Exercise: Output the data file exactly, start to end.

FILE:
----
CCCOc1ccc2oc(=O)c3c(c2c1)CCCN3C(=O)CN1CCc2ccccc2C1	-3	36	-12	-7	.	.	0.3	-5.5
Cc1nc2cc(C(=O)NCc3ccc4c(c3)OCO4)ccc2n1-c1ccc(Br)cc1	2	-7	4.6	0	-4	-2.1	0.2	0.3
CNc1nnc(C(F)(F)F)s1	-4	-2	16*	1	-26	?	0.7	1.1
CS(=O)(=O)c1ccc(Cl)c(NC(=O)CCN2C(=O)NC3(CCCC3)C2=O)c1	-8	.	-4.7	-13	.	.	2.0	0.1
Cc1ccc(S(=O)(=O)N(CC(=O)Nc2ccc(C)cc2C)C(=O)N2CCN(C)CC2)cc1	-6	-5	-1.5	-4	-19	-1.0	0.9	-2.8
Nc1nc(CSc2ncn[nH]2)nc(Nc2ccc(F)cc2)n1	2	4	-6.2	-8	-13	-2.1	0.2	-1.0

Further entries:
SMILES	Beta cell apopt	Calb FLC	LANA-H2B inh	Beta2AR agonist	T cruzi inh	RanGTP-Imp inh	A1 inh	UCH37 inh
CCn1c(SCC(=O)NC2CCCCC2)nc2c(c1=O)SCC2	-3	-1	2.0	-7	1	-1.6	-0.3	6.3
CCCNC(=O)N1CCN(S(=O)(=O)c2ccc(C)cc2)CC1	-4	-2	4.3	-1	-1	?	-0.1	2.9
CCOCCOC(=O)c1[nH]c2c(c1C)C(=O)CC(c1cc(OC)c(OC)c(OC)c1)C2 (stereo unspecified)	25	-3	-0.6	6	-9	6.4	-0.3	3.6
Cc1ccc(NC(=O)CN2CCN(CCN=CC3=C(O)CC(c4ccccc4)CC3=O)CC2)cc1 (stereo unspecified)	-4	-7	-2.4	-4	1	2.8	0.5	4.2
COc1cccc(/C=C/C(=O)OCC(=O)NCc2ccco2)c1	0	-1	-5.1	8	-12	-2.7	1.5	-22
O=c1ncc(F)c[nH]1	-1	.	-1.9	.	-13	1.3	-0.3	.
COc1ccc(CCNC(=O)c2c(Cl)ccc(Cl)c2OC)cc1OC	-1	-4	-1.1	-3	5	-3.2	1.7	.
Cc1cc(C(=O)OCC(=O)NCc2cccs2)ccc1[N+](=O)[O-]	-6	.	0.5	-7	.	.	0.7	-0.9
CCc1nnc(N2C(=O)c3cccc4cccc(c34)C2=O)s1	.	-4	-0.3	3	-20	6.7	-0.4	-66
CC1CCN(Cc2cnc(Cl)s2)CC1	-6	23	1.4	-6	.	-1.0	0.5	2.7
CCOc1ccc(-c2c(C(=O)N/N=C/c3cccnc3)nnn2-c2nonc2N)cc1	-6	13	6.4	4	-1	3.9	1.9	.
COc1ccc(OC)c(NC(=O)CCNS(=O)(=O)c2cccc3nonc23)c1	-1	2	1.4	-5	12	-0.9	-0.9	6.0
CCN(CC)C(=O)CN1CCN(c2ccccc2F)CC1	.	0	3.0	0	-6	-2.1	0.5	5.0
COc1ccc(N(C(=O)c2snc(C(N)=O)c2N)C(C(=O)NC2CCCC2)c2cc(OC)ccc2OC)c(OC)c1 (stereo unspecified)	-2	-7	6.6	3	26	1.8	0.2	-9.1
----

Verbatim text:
CCCOc1ccc2oc(=O)c3c(c2c1)CCCN3C(=O)CN1CCc2ccccc2C1	-3	36	-12	-7	.	.	0.3	-5.5
Cc1nc2cc(C(=O)NCc3ccc4c(c3)OCO4)ccc2n1-c1ccc(Br)cc1	2	-7	4.6	0	-4	-2.1	0.2	0.3
CNc1nnc(C(F)(F)F)s1	-4	-2	16*	1	-26	?	0.7	1.1
CS(=O)(=O)c1ccc(Cl)c(NC(=O)CCN2C(=O)NC3(CCCC3)C2=O)c1	-8	.	-4.7	-13	.	.	2.0	0.1
Cc1ccc(S(=O)(=O)N(CC(=O)Nc2ccc(C)cc2C)C(=O)N2CCN(C)CC2)cc1	-6	-5	-1.5	-4	-19	-1.0	0.9	-2.8
Nc1nc(CSc2ncn[nH]2)nc(Nc2ccc(F)cc2)n1	2	4	-6.2	-8	-13	-2.1	0.2	-1.0

Further entries:
SMILES	Beta cell apopt	Calb FLC	LANA-H2B inh	Beta2AR agonist	T cruzi inh	RanGTP-Imp inh	A1 inh	UCH37 inh
CCn1c(SCC(=O)NC2CCCCC2)nc2c(c1=O)SCC2	-3	-1	2.0	-7	1	-1.6	-0.3	6.3
CCCNC(=O)N1CCN(S(=O)(=O)c2ccc(C)cc2)CC1	-4	-2	4.3	-1	-1	?	-0.1	2.9
CCOCCOC(=O)c1[nH]c2c(c1C)C(=O)CC(c1cc(OC)c(OC)c(OC)c1)C2 (stereo unspecified)	25	-3	-0.6	6	-9	6.4	-0.3	3.6
Cc1ccc(NC(=O)CN2CCN(CCN=CC3=C(O)CC(c4ccccc4)CC3=O)CC2)cc1 (stereo unspecified)	-4	-7	-2.4	-4	1	2.8	0.5	4.2
COc1cccc(/C=C/C(=O)OCC(=O)NCc2ccco2)c1	0	-1	-5.1	8	-12	-2.7	1.5	-22
O=c1ncc(F)c[nH]1	-1	.	-1.9	.	-13	1.3	-0.3	.
COc1ccc(CCNC(=O)c2c(Cl)ccc(Cl)c2OC)cc1OC	-1	-4	-1.1	-3	5	-3.2	1.7	.
Cc1cc(C(=O)OCC(=O)NCc2cccs2)ccc1[N+](=O)[O-]	-6	.	0.5	-7	.	.	0.7	-0.9
CCc1nnc(N2C(=O)c3cccc4cccc(c34)C2=O)s1	.	-4	-0.3	3	-20	6.7	-0.4	-66
CC1CCN(Cc2cnc(Cl)s2)CC1	-6	23	1.4	-6	.	-1.0	0.5	2.7
CCOc1ccc(-c2c(C(=O)N/N=C/c3cccnc3)nnn2-c2nonc2N)cc1	-6	13	6.4	4	-1	3.9	1.9	.
COc1ccc(OC)c(NC(=O)CCNS(=O)(=O)c2cccc3nonc23)c1	-1	2	1.4	-5	12	-0.9	-0.9	6.0
CCN(CC)C(=O)CN1CCN(c2ccccc2F)CC1	.	0	3.0	0	-6	-2.1	0.5	5.0
COc1ccc(N(C(=O)c2snc(C(N)=O)c2N)C(C(=O)NC2CCCC2)c2cc(OC)ccc2OC)c(OC)c1 (stereo unspecified)	-2	-7	6.6	3	26	1.8	0.2	-9.1